Racquel Frisella, MSN, AGPCNP-BC: I have set personal goals to attend at least 1 cadaver lab and 1 in-person conference each year, in addition to the virtual training courses that I put on quarterly. I believe in small and consistent efforts over a long period of time. As the old saying goes, the best way to eat an elephant is one bite at a time.
Amy Hatcher, APRN: I didn't always make continuing education as much of a priority, and eventually, I found myself getting stagnant, not meeting with colleagues as much, and not hearing new things from the podium or new studies. So, I made a really conscious decision to invest the time and the money. It's made all the difference in the world.
Simone Hopes, PA-C: It's important for me to stay current with the latest treatment modalities and safety measures. For me, it’s imperative to invest time into this craft because continued development is the key to desired treatment outcomes and proper adverse-reaction management!
Jennifer Pilotte, APRN, AGACNP-C: I think you have to be certified in every procedure that you're going to do. You have to show that you're proficient in performing this procedure, whatever the procedure is. It’s incredibly important, not only for patient safety, but for your career.
Denisse Serrano, PA-C, MS, Diplomate Fellow: Even as a well-established injector, this year alone, I've been to 3 different cadaver courses. Continuing education is very crucial to our field. But I love it, so I wouldn't have it any other way. I love learning, and I love teaching. It’s part of the reason why I am in the field of Medical Aesthetics.
Different approaches with a common thread.
Medical Aesthetics is a field with so much to learn, from new techniques, treatments, and innovations in patient safety to effective patient consultations. It’s why every single one of our 8 experts makes time to further their expertise through continuing education.
About The Professionals
Julie Bass Kaplan, FNP-BC, NP-C, MSN, CANS, CPSN, HCMT, PHN, has been injecting fillers and neurotoxins since 2001. She enjoys the artistic aspect of her career and strives to achieve the aesthetic goals for each of her patients. Julie began her aesthetic career in 1990. Read more about Julie’s journey here.
Connie Brennan, MSN, RN, PHN, CANS, CPSN, CPC, ISPAN-F, is the founder and owner of a Medical Aesthetics training company in St. Louis Park, Minnesota. Part of the industry since 1988, Brennan is a national aesthetic education director responsible for creating and leading instruction of aesthetic curricula. You can find more of Connie’s training advice here.
Leslie Fletcher, MSN, RN, AGNP-BC, was voted the 2019 Best Aesthetic Nurse in the U.S. and the 2020 Best Aesthetic Practitioner in the U.S. Fletcher has expertise in dermal fillers for facial contouring and volumizing. She has trained over 6,000 physicians and practitioners and is recognized as a global leader in the aesthetic injector community. Leslie owns and operates a successful medical clinic in Los Angeles, California. Read more about her journey here.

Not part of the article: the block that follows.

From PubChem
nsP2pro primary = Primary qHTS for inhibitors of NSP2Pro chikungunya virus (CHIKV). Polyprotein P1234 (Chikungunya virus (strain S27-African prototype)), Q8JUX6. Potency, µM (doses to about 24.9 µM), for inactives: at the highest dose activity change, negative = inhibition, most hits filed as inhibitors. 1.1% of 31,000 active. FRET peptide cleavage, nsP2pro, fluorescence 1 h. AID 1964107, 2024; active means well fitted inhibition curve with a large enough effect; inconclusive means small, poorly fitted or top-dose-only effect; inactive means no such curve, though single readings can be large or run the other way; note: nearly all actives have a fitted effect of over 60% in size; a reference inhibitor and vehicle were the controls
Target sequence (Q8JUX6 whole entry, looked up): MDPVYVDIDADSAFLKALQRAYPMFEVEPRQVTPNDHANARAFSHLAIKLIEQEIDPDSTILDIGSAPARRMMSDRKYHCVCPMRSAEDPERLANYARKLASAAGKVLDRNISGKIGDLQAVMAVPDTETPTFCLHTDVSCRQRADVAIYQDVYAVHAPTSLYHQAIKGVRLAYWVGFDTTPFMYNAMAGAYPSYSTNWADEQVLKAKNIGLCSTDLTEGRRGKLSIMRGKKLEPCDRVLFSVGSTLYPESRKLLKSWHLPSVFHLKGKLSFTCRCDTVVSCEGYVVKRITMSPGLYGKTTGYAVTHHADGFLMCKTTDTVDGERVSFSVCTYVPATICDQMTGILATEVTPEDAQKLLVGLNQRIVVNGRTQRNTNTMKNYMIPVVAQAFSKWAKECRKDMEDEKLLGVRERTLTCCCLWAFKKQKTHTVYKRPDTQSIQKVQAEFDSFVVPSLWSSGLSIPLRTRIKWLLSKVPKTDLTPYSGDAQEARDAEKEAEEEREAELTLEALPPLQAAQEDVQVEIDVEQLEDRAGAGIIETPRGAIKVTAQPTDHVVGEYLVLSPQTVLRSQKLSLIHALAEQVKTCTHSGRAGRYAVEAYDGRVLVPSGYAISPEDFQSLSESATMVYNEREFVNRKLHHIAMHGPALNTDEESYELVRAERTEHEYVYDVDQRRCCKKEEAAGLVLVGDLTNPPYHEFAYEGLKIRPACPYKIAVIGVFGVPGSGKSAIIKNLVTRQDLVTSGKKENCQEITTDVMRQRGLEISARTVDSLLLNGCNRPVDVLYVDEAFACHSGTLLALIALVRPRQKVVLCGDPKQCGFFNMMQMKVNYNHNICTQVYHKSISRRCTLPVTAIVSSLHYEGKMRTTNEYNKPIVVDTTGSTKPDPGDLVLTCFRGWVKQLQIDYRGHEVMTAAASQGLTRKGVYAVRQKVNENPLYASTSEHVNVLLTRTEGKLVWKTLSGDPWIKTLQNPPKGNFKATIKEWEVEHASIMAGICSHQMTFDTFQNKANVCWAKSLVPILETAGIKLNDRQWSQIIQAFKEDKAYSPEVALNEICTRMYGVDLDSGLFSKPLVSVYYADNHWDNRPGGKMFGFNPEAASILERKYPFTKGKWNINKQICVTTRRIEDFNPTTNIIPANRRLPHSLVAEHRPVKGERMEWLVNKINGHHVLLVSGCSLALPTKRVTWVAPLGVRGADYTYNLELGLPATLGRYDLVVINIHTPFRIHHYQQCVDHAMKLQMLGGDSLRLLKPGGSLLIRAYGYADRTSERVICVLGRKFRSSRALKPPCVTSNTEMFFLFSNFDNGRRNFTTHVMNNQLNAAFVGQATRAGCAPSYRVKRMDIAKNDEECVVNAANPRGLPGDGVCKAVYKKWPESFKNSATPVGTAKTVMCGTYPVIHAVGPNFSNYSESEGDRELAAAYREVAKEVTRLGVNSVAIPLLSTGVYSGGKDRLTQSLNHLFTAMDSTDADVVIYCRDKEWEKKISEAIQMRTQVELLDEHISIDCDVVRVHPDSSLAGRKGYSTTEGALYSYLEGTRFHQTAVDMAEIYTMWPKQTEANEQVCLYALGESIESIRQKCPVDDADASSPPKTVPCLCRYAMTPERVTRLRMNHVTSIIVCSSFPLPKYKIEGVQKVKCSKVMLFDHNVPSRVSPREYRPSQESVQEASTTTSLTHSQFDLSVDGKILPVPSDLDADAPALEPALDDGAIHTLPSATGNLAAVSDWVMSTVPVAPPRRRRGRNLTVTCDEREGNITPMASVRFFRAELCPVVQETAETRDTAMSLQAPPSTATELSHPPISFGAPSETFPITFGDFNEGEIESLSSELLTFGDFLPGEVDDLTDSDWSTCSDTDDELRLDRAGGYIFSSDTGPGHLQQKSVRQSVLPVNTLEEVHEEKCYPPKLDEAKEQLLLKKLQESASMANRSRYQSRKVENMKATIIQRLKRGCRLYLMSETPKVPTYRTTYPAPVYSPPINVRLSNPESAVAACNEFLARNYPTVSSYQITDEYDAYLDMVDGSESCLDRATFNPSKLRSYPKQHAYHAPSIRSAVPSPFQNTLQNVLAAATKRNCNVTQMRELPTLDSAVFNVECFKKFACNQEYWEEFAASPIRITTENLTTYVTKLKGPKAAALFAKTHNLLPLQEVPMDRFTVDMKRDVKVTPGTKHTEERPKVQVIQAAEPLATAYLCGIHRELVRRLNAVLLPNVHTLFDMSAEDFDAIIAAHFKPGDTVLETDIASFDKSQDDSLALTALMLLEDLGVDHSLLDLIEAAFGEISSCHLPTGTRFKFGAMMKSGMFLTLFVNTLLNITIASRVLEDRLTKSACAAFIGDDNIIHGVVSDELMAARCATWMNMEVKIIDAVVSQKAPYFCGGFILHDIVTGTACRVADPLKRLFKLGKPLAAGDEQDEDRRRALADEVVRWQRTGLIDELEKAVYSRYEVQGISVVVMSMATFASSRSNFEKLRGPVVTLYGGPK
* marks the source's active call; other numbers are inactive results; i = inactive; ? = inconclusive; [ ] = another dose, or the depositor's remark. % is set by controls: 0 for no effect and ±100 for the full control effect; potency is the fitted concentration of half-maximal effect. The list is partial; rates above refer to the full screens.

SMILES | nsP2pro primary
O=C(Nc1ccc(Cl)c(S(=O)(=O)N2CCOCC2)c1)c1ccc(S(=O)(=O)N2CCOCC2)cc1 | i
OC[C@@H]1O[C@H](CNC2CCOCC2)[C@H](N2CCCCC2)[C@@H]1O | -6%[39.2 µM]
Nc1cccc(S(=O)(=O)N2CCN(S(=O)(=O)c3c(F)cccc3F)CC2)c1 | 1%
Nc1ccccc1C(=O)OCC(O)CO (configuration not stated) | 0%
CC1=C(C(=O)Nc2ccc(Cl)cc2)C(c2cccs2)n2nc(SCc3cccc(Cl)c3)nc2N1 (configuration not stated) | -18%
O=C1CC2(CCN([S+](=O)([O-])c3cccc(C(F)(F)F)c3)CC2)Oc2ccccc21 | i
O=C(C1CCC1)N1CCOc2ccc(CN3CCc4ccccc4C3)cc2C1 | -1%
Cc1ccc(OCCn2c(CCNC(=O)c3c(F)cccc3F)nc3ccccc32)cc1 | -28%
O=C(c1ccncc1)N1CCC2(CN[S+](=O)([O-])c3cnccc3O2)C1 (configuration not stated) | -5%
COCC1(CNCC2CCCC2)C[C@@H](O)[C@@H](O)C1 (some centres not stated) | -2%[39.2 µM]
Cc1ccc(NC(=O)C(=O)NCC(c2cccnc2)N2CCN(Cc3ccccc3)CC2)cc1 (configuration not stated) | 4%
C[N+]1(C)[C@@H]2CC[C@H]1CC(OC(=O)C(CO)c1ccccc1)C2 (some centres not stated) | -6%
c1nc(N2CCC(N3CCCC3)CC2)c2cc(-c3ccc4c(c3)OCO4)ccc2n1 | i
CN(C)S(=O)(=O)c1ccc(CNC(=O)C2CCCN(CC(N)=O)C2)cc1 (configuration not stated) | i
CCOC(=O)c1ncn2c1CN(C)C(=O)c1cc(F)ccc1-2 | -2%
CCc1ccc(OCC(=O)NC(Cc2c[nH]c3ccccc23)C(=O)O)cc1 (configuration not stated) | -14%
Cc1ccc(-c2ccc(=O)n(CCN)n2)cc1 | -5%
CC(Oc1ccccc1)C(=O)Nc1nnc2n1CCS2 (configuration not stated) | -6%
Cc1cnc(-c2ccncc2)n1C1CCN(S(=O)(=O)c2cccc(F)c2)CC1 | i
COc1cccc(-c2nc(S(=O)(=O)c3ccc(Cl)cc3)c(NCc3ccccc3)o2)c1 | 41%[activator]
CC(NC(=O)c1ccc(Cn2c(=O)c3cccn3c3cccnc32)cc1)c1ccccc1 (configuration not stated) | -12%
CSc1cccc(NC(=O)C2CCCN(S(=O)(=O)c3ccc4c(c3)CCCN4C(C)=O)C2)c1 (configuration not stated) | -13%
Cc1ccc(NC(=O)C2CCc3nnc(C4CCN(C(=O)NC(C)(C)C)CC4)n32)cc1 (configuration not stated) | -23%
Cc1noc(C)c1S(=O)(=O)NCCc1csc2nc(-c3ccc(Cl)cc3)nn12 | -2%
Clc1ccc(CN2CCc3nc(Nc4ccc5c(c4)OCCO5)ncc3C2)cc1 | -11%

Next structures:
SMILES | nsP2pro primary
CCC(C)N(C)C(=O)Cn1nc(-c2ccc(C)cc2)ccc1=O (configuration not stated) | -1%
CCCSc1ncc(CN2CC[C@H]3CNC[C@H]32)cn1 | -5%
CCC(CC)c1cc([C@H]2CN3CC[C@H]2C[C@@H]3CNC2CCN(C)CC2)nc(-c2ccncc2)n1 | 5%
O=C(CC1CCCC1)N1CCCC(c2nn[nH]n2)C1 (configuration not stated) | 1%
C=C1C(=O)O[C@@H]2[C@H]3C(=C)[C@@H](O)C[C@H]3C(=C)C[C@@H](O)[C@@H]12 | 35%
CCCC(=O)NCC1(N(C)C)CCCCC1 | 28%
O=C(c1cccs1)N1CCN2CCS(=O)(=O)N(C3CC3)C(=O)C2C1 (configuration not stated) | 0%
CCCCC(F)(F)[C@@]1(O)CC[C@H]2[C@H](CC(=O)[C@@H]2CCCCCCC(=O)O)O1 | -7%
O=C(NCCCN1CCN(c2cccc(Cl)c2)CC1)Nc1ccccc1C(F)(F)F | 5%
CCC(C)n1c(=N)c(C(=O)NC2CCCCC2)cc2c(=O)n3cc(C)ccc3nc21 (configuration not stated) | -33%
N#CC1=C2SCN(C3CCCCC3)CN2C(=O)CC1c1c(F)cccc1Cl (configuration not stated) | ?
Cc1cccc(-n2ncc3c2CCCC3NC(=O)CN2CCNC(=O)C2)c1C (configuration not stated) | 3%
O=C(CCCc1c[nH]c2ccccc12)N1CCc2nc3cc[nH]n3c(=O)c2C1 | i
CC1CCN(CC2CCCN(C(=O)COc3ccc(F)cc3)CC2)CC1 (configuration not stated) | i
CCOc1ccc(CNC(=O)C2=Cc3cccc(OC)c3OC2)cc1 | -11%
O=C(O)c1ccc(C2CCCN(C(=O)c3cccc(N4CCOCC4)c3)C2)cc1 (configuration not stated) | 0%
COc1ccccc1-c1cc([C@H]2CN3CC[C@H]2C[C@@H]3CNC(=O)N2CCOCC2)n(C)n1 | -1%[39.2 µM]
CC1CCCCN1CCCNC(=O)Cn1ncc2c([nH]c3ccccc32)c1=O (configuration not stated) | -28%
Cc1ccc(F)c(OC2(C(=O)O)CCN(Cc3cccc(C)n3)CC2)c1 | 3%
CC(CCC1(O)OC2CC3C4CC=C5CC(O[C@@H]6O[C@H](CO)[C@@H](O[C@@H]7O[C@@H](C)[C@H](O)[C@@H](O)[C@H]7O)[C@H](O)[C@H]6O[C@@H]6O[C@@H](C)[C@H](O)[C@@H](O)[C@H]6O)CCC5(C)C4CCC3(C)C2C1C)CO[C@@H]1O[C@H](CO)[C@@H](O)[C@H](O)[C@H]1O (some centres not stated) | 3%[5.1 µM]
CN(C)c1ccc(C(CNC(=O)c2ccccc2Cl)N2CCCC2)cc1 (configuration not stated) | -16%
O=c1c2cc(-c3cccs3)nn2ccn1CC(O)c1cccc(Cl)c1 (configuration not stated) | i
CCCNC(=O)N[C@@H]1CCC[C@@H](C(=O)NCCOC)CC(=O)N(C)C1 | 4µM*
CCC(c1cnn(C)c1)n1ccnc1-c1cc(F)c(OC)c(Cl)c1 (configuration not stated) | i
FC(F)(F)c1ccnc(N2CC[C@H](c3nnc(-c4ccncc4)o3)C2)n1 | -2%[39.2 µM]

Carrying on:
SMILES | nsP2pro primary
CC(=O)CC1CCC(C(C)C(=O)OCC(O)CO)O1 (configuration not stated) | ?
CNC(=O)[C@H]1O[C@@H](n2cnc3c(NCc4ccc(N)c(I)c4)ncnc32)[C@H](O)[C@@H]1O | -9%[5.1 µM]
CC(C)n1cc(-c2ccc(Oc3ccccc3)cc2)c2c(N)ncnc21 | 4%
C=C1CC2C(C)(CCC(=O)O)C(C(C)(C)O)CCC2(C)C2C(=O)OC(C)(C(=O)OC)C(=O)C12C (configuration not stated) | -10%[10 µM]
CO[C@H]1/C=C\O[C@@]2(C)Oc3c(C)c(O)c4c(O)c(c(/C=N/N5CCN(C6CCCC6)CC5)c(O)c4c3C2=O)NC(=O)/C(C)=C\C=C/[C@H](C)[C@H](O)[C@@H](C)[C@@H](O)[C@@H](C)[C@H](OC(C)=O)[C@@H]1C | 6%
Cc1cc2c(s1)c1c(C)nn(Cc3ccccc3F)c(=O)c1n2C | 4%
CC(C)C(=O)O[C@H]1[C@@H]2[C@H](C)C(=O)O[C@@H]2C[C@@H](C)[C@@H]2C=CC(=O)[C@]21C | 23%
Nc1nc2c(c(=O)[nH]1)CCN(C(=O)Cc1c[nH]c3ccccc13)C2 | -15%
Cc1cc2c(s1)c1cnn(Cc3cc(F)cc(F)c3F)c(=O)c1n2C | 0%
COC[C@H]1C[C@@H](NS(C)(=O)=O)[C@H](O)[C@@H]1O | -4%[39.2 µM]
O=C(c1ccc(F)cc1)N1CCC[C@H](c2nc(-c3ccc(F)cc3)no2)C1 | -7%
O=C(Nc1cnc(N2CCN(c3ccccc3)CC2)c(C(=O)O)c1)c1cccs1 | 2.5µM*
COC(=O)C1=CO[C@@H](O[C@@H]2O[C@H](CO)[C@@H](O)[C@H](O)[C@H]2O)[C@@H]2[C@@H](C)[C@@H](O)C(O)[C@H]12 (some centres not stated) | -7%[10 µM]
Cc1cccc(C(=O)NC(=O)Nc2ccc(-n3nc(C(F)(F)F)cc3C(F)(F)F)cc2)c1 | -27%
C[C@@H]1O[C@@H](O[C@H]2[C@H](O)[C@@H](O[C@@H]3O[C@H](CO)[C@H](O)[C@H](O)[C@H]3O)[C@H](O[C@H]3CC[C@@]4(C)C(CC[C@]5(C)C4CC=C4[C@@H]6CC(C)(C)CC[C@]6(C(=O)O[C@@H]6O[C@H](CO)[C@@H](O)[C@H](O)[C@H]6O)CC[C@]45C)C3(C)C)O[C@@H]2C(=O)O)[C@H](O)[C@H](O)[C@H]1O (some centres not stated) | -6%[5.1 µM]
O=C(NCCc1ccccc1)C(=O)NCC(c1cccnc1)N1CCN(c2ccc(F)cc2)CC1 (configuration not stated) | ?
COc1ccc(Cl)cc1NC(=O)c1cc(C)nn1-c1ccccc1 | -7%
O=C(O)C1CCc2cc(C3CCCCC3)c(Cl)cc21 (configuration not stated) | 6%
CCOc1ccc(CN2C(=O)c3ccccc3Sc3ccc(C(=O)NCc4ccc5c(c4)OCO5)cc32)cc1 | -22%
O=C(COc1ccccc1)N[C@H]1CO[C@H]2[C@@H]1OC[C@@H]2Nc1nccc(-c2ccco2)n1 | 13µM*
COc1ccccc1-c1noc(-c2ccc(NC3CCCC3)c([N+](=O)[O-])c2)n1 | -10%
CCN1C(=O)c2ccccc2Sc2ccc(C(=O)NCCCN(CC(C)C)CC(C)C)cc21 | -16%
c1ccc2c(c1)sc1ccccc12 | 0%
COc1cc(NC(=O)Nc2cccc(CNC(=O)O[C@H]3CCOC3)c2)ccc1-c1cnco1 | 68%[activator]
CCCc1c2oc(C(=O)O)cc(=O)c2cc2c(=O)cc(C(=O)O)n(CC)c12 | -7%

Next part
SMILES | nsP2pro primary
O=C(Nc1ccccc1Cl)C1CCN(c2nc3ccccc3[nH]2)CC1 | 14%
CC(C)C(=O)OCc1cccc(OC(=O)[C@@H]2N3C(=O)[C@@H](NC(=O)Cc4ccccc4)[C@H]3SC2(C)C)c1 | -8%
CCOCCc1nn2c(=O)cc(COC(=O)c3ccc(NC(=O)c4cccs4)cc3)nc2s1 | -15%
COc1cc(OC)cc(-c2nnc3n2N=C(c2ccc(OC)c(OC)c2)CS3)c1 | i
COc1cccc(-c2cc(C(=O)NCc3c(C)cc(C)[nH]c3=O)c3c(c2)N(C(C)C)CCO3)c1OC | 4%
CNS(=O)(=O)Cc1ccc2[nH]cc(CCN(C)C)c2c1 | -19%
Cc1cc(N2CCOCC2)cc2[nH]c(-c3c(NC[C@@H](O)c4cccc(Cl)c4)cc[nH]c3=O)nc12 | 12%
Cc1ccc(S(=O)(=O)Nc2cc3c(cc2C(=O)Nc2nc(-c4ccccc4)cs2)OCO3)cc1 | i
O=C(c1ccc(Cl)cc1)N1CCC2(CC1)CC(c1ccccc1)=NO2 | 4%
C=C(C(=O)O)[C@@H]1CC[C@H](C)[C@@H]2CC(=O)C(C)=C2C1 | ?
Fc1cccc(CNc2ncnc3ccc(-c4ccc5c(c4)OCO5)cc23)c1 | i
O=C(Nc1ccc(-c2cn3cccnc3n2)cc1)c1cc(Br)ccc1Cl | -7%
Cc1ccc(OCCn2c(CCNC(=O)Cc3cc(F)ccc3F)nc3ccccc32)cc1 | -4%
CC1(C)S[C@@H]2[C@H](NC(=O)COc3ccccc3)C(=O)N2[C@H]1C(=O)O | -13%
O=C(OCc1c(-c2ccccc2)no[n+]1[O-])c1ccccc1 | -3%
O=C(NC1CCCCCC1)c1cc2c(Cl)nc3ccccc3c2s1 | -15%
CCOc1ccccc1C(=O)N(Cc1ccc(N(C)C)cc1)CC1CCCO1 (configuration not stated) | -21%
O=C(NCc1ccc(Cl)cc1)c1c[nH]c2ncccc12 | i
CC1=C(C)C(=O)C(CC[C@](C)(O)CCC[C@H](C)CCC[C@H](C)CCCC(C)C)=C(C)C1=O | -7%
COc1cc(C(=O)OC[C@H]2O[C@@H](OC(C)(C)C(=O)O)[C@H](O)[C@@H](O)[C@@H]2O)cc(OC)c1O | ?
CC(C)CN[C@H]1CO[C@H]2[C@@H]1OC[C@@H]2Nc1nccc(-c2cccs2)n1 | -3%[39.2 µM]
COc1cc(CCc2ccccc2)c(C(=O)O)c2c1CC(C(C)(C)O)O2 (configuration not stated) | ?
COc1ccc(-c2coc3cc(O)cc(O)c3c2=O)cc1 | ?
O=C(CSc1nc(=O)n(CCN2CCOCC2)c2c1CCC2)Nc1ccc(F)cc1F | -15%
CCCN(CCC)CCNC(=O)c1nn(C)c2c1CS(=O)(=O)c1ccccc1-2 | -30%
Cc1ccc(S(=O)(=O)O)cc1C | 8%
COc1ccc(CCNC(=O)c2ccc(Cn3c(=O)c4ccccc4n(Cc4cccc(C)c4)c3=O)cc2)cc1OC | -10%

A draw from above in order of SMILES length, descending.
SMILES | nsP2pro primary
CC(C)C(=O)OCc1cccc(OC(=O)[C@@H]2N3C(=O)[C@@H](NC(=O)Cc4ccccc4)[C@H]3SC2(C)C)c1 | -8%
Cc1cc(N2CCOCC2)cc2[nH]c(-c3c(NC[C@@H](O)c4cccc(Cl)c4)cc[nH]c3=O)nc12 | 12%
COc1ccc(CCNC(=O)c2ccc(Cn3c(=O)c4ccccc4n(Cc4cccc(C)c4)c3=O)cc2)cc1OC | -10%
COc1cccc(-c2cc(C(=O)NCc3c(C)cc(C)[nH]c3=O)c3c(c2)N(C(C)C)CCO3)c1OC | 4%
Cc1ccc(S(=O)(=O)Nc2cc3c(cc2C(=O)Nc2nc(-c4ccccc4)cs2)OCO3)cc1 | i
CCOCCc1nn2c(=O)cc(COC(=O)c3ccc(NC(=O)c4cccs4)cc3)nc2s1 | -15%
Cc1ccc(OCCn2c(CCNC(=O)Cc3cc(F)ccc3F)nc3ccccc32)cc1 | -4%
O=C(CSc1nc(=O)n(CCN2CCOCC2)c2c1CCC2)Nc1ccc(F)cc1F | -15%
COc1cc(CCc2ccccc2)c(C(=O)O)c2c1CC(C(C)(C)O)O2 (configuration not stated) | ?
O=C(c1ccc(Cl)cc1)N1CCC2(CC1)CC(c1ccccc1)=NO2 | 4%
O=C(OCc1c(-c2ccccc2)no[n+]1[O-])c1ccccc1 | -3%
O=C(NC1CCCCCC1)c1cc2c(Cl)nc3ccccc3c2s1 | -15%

Racquel Frisella, RN, MSN, AGPCNP-BC, is a board-certified aesthetic nurse practitioner with over 12 years of experience in the Medical Aesthetics industry. Originally a neonatal nurse, Racquel is now an injection specialist at her current practice in St. Louis, Missouri. Find more about her approach to Medical Aesthetics here.
Amy Hatcher, APRN, is a co-founder of Aesthetic + Wellness in Franklin and Murfreesboro, Tennessee. She is a board-certified family nurse practitioner. Amy is certified as a master aesthetic injector who has trained in cities including Beverly Hills, Miami, and Chicago. Since 2016, she has been part of a national training team. Amy shared more insights with Spark on 2 expert panels about treatment recommendations and treatments for any age.
Simone Hopes, PA-C, earned her biochemistry degree from Tennessee State University as well as an MSHS degree from the University of Maryland, Baltimore Graduate School, where she was president of her graduating PA class. She has been a PA for the past 4 years (3 in Medical Aesthetics) and is currently a team leader in her current role as a surgical PA. Simone shares more about her journey here.
Jennifer Pilotte, APRN, AGACNP-C, is a nationally certified and state-licensed nurse practitioner and founder of The Plastic NP, located within Lemmon Avenue Plastic Surgery Center in Dallas, Texas. Her aesthetic journey started 15 years ago when she began working for a physician-owned med spa in high school. Jennifer continued in Medical Aesthetics throughout nursing school and grad school. As an aesthetic NP, she’s immersed herself in the art of injectables and strives to learn from the best in her industry. Get inspired by more of Jennifer’s journey here.
Denisse Serrano, PA-C, MS, Diplomate Fellow, is a board-certified physician assistant, with a concentration in dermatology and Medical Aesthetics. Her expertise includes a variety of skin conditions, injectables, laser devices, and surgical procedures, in addition to her extensive knowledge in the newest cosmetic procedures and leading-edge laser technology. Denisse is known for her honesty and ability to create natural enhancements. Denisse appears on an expert panel in 2 Spark articles about treatment recommendations and treatments for any age.